Dave Kulju’s Abstract Expression in many ways is just that. A guitar virtuoso’s painting by notes. Dave is the master mind behind this exquisite rendering and masquerades using electric and acoustic guitars, bass guitar, drum kit, guitar synthesizer, Keyboards and all programming. We have a number of special guest that include Frank Basile on drums Pleiades, Depth of Autumn, Picnic at the Slag Heap and The Main Attraction, Bryan Powers on drums Internal Combustion and Don’t Mind Me, Joel Mahathy on Theremin and guitar solo on Picnic at the Slag Heap, Doug Upton organ solo on Somnium and Ian Cameron on Violin Pleiades. Let’s grab a brush and give this one a try.
Internal Combustion – Well if we were painting this first tune would have burned our canvas to cinders. It comes out combusting in a spontaneously ignitable aura of mass fusion. It pulsates as if it’s ready to explode but the interludes and orchestral keyboards in the middle temper its power. Its wrestling theme is punctuated by some fine drumming by Bryan Powers.
Don’t Mind Me – The mood that is created in this tune is totally abstract. It starts off with a beautiful guitar chord for the first forty seconds or so and follows with a layered guitar effect that becomes grungy and harsh. The piano then takes the led for a short time before Dave comes in over the top in a mild manner before becoming grungy and harsh all over again. A short guitar solo breaks in at just the right time.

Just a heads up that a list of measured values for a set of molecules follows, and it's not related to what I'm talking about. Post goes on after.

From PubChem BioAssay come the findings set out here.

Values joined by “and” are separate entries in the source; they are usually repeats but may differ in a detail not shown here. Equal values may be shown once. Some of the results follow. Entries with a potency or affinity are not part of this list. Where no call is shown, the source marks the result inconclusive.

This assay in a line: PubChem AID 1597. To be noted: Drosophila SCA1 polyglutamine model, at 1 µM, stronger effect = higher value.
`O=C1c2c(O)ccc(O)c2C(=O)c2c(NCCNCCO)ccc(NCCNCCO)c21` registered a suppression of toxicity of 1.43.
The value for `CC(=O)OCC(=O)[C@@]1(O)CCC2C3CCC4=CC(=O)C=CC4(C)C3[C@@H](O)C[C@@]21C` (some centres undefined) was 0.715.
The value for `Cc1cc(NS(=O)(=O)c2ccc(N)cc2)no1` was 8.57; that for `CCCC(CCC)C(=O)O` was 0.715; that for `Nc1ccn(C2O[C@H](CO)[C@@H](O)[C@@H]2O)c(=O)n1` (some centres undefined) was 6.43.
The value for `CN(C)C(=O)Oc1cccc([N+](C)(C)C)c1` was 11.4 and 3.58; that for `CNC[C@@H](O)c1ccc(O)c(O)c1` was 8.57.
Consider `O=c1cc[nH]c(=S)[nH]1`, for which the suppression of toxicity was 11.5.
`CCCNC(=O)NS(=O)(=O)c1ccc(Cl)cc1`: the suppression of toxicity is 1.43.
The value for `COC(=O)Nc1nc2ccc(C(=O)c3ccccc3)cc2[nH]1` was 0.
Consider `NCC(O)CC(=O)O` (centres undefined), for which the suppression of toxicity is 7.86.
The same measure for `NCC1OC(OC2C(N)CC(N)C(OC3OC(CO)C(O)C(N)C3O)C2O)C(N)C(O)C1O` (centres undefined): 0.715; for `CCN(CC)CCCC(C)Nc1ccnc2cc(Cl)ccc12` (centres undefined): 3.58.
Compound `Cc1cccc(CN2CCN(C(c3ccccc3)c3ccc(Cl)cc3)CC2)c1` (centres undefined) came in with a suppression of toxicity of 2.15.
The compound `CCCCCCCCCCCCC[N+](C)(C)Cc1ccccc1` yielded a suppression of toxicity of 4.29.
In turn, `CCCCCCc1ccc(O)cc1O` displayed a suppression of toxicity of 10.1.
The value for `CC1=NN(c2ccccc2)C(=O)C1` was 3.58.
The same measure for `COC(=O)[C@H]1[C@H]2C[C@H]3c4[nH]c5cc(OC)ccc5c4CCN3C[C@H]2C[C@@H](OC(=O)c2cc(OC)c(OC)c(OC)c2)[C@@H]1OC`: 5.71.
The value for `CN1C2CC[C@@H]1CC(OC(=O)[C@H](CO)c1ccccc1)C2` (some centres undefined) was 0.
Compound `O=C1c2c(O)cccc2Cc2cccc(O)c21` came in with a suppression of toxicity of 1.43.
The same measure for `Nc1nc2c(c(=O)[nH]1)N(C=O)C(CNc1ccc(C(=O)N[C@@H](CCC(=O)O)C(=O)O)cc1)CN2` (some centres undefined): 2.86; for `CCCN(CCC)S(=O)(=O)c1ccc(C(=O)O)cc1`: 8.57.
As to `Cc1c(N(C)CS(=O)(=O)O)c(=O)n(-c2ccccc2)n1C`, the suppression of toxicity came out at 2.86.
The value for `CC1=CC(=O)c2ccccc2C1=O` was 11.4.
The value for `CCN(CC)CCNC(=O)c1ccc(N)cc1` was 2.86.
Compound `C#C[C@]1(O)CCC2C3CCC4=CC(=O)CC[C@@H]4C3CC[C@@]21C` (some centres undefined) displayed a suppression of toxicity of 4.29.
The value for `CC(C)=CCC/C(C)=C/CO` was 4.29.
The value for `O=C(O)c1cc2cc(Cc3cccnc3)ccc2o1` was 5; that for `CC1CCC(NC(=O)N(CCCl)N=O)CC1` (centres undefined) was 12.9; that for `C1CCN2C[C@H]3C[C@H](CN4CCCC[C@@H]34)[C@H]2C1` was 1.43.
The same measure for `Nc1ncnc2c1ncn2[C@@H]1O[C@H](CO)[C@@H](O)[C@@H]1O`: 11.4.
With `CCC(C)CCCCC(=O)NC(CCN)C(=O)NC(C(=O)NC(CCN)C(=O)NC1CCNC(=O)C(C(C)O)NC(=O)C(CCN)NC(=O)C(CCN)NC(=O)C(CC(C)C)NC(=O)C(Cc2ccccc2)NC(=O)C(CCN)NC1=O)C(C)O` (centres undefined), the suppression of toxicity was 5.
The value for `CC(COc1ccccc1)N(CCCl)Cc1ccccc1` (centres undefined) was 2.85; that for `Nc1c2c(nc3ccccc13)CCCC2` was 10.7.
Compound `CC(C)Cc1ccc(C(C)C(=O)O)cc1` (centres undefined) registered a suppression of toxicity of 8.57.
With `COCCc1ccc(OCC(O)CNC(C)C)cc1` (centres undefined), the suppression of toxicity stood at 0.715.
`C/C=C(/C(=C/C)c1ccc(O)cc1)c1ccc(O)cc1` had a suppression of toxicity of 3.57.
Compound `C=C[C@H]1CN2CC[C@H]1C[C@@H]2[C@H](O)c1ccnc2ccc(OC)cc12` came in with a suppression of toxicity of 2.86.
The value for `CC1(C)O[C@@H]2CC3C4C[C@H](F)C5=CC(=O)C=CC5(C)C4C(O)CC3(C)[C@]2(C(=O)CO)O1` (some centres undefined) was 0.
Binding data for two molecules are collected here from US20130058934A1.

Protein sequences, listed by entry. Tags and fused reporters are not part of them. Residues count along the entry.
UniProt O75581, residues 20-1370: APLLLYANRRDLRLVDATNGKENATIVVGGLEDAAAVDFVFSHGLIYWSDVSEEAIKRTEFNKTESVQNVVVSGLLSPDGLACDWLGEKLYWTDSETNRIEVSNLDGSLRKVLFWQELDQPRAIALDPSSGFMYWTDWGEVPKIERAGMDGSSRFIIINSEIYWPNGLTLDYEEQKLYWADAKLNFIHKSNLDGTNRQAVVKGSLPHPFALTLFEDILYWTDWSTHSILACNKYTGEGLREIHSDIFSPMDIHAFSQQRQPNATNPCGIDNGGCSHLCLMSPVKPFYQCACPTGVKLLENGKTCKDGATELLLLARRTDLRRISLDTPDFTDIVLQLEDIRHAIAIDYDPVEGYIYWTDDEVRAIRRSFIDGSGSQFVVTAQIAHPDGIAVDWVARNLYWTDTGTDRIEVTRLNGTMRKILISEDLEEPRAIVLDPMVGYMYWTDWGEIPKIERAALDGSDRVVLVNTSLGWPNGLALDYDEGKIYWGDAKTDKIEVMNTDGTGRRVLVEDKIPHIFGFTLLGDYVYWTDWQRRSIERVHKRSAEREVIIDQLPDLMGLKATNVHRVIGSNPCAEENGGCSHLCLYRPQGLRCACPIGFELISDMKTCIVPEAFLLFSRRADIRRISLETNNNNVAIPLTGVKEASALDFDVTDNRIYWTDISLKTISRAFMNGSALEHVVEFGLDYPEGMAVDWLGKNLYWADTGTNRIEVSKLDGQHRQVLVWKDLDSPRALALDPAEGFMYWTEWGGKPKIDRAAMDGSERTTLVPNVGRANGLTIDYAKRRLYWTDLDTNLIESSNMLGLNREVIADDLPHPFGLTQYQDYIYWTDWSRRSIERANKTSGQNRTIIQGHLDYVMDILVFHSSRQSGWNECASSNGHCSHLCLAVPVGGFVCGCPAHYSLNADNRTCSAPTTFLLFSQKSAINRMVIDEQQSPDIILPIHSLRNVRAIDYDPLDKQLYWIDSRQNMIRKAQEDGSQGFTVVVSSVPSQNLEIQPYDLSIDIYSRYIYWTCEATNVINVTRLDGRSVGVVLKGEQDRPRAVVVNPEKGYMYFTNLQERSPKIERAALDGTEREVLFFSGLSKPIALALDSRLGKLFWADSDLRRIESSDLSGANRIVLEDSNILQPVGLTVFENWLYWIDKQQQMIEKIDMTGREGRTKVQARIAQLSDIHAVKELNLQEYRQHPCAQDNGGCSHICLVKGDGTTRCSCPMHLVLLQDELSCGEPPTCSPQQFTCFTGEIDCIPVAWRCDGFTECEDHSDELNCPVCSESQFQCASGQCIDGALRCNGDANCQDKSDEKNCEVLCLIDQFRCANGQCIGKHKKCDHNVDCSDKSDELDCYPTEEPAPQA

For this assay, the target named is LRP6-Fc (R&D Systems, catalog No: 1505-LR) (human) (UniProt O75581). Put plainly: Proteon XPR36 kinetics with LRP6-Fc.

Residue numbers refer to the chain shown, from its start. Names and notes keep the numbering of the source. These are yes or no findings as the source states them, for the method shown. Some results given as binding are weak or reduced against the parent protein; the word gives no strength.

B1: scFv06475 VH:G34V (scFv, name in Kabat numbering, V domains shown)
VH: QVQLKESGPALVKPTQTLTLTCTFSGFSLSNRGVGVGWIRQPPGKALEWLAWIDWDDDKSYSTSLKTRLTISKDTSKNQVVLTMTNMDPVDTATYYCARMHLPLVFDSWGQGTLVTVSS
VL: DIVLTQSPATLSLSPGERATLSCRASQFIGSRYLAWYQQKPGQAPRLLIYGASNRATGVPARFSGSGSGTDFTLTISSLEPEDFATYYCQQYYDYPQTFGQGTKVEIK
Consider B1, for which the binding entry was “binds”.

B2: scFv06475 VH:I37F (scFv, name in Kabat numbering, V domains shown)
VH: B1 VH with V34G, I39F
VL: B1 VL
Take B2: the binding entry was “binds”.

Hieland Road – Strap on the back packs and let’s kick this hike into overdrive. The road features a driving led guitar over an acoustic back drop. We are on the edge looking down until midway when we shift to some fine drum programming along with some nice bass work and a sudden ending.
[note: The drums on Heiland Road were real acoustic drums and not programmed. My Drumming debut actually. -Dave]